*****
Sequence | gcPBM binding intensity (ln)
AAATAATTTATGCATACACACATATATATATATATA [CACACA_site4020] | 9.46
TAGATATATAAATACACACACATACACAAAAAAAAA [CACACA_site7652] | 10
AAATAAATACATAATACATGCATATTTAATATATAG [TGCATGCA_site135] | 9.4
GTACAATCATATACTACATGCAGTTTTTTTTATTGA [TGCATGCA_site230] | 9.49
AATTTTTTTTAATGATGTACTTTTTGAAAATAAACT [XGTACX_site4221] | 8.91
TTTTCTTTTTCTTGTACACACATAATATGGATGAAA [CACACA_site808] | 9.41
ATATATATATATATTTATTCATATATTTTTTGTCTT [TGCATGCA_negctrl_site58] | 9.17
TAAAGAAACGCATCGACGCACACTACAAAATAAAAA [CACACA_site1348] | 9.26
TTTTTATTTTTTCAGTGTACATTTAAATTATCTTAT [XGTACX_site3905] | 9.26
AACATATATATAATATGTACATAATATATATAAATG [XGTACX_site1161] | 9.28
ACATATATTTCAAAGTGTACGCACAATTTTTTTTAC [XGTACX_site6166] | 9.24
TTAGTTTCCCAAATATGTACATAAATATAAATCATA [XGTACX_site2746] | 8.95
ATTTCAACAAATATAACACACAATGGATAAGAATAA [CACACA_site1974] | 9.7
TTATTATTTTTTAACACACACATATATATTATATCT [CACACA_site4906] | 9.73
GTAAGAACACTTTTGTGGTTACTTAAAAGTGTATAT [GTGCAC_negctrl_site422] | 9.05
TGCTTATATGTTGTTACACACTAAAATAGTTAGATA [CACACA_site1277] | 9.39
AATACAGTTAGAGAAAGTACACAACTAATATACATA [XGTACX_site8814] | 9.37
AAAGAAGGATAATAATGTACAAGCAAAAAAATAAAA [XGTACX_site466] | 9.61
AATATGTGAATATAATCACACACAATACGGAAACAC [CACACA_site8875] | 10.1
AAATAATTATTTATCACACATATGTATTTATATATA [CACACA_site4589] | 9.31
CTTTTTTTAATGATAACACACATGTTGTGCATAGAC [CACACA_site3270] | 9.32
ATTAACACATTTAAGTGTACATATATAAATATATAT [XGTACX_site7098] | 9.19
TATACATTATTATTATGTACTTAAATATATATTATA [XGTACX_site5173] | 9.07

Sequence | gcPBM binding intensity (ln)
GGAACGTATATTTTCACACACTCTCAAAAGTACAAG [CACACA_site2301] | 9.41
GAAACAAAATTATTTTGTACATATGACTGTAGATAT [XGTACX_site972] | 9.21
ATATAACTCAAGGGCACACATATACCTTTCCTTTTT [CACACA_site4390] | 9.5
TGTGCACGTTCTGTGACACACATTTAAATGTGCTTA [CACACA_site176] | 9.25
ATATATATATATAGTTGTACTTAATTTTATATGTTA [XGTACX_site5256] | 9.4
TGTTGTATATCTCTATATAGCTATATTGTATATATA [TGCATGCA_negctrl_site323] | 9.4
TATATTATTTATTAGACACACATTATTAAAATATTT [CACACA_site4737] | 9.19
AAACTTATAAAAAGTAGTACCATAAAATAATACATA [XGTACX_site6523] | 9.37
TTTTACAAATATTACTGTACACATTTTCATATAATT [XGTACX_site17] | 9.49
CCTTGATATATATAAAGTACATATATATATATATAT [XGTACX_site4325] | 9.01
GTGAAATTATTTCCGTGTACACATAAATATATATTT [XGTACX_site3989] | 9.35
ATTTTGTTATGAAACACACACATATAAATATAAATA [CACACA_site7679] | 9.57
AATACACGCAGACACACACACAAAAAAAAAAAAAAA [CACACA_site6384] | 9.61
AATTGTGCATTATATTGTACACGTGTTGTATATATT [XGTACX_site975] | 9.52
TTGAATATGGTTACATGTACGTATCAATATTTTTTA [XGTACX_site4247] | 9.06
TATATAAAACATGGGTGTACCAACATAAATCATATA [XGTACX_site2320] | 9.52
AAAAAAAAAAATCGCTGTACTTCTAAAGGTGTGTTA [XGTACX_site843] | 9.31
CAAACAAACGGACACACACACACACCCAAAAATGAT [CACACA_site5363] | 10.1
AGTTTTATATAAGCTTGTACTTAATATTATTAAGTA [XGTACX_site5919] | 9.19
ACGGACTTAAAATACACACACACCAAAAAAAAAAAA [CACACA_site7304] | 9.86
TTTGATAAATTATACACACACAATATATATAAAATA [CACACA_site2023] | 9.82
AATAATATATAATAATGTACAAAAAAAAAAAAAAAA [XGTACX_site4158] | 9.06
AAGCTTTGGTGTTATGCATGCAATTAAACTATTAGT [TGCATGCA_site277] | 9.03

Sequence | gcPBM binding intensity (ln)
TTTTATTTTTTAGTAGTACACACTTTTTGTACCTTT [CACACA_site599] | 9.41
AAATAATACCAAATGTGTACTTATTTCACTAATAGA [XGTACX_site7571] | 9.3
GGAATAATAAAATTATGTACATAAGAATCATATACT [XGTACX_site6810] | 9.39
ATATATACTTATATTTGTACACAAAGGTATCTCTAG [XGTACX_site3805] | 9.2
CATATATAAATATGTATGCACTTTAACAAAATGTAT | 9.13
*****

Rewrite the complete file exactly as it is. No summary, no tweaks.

Sequence | gcPBM binding intensity (ln)
AAATAATTTATGCATACACACATATATATATATATA [CACACA_site4020] | 9.46
TAGATATATAAATACACACACATACACAAAAAAAAA [CACACA_site7652] | 10
AAATAAATACATAATACATGCATATTTAATATATAG [TGCATGCA_site135] | 9.4
GTACAATCATATACTACATGCAGTTTTTTTTATTGA [TGCATGCA_site230] | 9.49
AATTTTTTTTAATGATGTACTTTTTGAAAATAAACT [XGTACX_site4221] | 8.91
TTTTCTTTTTCTTGTACACACATAATATGGATGAAA [CACACA_site808] | 9.41
ATATATATATATATTTATTCATATATTTTTTGTCTT [TGCATGCA_negctrl_site58] | 9.17
TAAAGAAACGCATCGACGCACACTACAAAATAAAAA [CACACA_site1348] | 9.26
TTTTTATTTTTTCAGTGTACATTTAAATTATCTTAT [XGTACX_site3905] | 9.26
AACATATATATAATATGTACATAATATATATAAATG [XGTACX_site1161] | 9.28
ACATATATTTCAAAGTGTACGCACAATTTTTTTTAC [XGTACX_site6166] | 9.24
TTAGTTTCCCAAATATGTACATAAATATAAATCATA [XGTACX_site2746] | 8.95
ATTTCAACAAATATAACACACAATGGATAAGAATAA [CACACA_site1974] | 9.7
TTATTATTTTTTAACACACACATATATATTATATCT [CACACA_site4906] | 9.73
GTAAGAACACTTTTGTGGTTACTTAAAAGTGTATAT [GTGCAC_negctrl_site422] | 9.05
TGCTTATATGTTGTTACACACTAAAATAGTTAGATA [CACACA_site1277] | 9.39
AATACAGTTAGAGAAAGTACACAACTAATATACATA [XGTACX_site8814] | 9.37
AAAGAAGGATAATAATGTACAAGCAAAAAAATAAAA [XGTACX_site466] | 9.61
AATATGTGAATATAATCACACACAATACGGAAACAC [CACACA_site8875] | 10.1
AAATAATTATTTATCACACATATGTATTTATATATA [CACACA_site4589] | 9.31
CTTTTTTTAATGATAACACACATGTTGTGCATAGAC [CACACA_site3270] | 9.32
ATTAACACATTTAAGTGTACATATATAAATATATAT [XGTACX_site7098] | 9.19
TATACATTATTATTATGTACTTAAATATATATTATA [XGTACX_site5173] | 9.07

Sequence | gcPBM binding intensity (ln)
GGAACGTATATTTTCACACACTCTCAAAAGTACAAG [CACACA_site2301] | 9.41
GAAACAAAATTATTTTGTACATATGACTGTAGATAT [XGTACX_site972] | 9.21
ATATAACTCAAGGGCACACATATACCTTTCCTTTTT [CACACA_site4390] | 9.5
TGTGCACGTTCTGTGACACACATTTAAATGTGCTTA [CACACA_site176] | 9.25
ATATATATATATAGTTGTACTTAATTTTATATGTTA [XGTACX_site5256] | 9.4
TGTTGTATATCTCTATATAGCTATATTGTATATATA [TGCATGCA_negctrl_site323] | 9.4
TATATTATTTATTAGACACACATTATTAAAATATTT [CACACA_site4737] | 9.19
AAACTTATAAAAAGTAGTACCATAAAATAATACATA [XGTACX_site6523] | 9.37
TTTTACAAATATTACTGTACACATTTTCATATAATT [XGTACX_site17] | 9.49
CCTTGATATATATAAAGTACATATATATATATATAT [XGTACX_site4325] | 9.01
GTGAAATTATTTCCGTGTACACATAAATATATATTT [XGTACX_site3989] | 9.35
ATTTTGTTATGAAACACACACATATAAATATAAATA [CACACA_site7679] | 9.57
AATACACGCAGACACACACACAAAAAAAAAAAAAAA [CACACA_site6384] | 9.61
AATTGTGCATTATATTGTACACGTGTTGTATATATT [XGTACX_site975] | 9.52
TTGAATATGGTTACATGTACGTATCAATATTTTTTA [XGTACX_site4247] | 9.06
TATATAAAACATGGGTGTACCAACATAAATCATATA [XGTACX_site2320] | 9.52
AAAAAAAAAAATCGCTGTACTTCTAAAGGTGTGTTA [XGTACX_site843] | 9.31
CAAACAAACGGACACACACACACACCCAAAAATGAT [CACACA_site5363] | 10.1
AGTTTTATATAAGCTTGTACTTAATATTATTAAGTA [XGTACX_site5919] | 9.19
ACGGACTTAAAATACACACACACCAAAAAAAAAAAA [CACACA_site7304] | 9.86
TTTGATAAATTATACACACACAATATATATAAAATA [CACACA_site2023] | 9.82
AATAATATATAATAATGTACAAAAAAAAAAAAAAAA [XGTACX_site4158] | 9.06
AAGCTTTGGTGTTATGCATGCAATTAAACTATTAGT [TGCATGCA_site277] | 9.03

Sequence | gcPBM binding intensity (ln)
TTTTATTTTTTAGTAGTACACACTTTTTGTACCTTT [CACACA_site599] | 9.41
AAATAATACCAAATGTGTACTTATTTCACTAATAGA [XGTACX_site7571] | 9.3
GGAATAATAAAATTATGTACATAAGAATCATATACT [XGTACX_site6810] | 9.39
ATATATACTTATATTTGTACACAAAGGTATCTCTAG [XGTACX_site3805] | 9.2
CATATATAAATATGTATGCACTTTAACAAAATGTAT | 9.13